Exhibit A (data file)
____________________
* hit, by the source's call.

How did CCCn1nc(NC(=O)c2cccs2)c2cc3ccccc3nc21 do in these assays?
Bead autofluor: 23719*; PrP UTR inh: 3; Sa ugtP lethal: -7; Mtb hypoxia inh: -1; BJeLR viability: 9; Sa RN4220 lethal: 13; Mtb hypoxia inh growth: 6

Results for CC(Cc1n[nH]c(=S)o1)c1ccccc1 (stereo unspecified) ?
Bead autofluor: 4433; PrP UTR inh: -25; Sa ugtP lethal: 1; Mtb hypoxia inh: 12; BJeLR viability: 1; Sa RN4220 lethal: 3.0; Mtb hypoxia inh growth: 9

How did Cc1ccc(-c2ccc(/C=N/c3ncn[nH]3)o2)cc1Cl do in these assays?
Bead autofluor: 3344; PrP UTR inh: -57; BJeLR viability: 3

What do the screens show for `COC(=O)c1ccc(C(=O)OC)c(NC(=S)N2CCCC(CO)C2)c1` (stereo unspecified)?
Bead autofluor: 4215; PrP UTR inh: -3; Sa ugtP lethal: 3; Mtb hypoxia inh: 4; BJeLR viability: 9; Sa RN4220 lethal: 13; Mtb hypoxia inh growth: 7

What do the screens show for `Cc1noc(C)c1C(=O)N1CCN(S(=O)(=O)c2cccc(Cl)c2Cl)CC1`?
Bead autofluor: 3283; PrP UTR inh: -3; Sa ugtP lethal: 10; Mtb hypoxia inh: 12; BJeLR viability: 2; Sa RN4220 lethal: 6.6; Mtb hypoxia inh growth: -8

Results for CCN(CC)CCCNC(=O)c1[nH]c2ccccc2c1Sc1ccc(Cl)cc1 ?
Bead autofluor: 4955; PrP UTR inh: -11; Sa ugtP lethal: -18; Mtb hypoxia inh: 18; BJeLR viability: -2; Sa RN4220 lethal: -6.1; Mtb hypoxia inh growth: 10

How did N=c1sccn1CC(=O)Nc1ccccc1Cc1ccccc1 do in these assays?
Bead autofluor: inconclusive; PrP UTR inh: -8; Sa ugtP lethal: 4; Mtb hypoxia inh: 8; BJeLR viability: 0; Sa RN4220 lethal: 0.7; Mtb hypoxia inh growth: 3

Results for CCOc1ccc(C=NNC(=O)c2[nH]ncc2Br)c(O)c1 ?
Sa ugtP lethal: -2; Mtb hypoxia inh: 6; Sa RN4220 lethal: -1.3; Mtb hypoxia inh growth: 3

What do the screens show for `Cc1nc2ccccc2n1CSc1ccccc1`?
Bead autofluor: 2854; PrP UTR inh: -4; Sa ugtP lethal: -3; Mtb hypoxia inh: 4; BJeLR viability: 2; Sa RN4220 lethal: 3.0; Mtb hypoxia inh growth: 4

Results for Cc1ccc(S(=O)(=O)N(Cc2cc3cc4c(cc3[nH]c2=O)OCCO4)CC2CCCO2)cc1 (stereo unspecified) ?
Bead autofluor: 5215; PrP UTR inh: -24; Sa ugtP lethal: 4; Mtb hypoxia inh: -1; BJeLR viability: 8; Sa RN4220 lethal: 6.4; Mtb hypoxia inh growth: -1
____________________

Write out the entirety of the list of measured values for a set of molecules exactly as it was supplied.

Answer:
* hit, by the source's call.

How did CCCn1nc(NC(=O)c2cccs2)c2cc3ccccc3nc21 do in these assays?
Bead autofluor: 23719*; PrP UTR inh: 3; Sa ugtP lethal: -7; Mtb hypoxia inh: -1; BJeLR viability: 9; Sa RN4220 lethal: 13; Mtb hypoxia inh growth: 6

Results for CC(Cc1n[nH]c(=S)o1)c1ccccc1 (stereo unspecified) ?
Bead autofluor: 4433; PrP UTR inh: -25; Sa ugtP lethal: 1; Mtb hypoxia inh: 12; BJeLR viability: 1; Sa RN4220 lethal: 3.0; Mtb hypoxia inh growth: 9

How did Cc1ccc(-c2ccc(/C=N/c3ncn[nH]3)o2)cc1Cl do in these assays?
Bead autofluor: 3344; PrP UTR inh: -57; BJeLR viability: 3

What do the screens show for `COC(=O)c1ccc(C(=O)OC)c(NC(=S)N2CCCC(CO)C2)c1` (stereo unspecified)?
Bead autofluor: 4215; PrP UTR inh: -3; Sa ugtP lethal: 3; Mtb hypoxia inh: 4; BJeLR viability: 9; Sa RN4220 lethal: 13; Mtb hypoxia inh growth: 7

What do the screens show for `Cc1noc(C)c1C(=O)N1CCN(S(=O)(=O)c2cccc(Cl)c2Cl)CC1`?
Bead autofluor: 3283; PrP UTR inh: -3; Sa ugtP lethal: 10; Mtb hypoxia inh: 12; BJeLR viability: 2; Sa RN4220 lethal: 6.6; Mtb hypoxia inh growth: -8

Results for CCN(CC)CCCNC(=O)c1[nH]c2ccccc2c1Sc1ccc(Cl)cc1 ?
Bead autofluor: 4955; PrP UTR inh: -11; Sa ugtP lethal: -18; Mtb hypoxia inh: 18; BJeLR viability: -2; Sa RN4220 lethal: -6.1; Mtb hypoxia inh growth: 10

How did N=c1sccn1CC(=O)Nc1ccccc1Cc1ccccc1 do in these assays?
Bead autofluor: inconclusive; PrP UTR inh: -8; Sa ugtP lethal: 4; Mtb hypoxia inh: 8; BJeLR viability: 0; Sa RN4220 lethal: 0.7; Mtb hypoxia inh growth: 3

Results for CCOc1ccc(C=NNC(=O)c2[nH]ncc2Br)c(O)c1 ?
Sa ugtP lethal: -2; Mtb hypoxia inh: 6; Sa RN4220 lethal: -1.3; Mtb hypoxia inh growth: 3

What do the screens show for `Cc1nc2ccccc2n1CSc1ccccc1`?
Bead autofluor: 2854; PrP UTR inh: -4; Sa ugtP lethal: -3; Mtb hypoxia inh: 4; BJeLR viability: 2; Sa RN4220 lethal: 3.0; Mtb hypoxia inh growth: 4

Results for Cc1ccc(S(=O)(=O)N(Cc2cc3cc4c(cc3[nH]c2=O)OCCO4)CC2CCCO2)cc1 (stereo unspecified) ?
Bead autofluor: 5215; PrP UTR inh: -24; Sa ugtP lethal: 4; Mtb hypoxia inh: -1; BJeLR viability: 8; Sa RN4220 lethal: 6.4; Mtb hypoxia inh growth: -1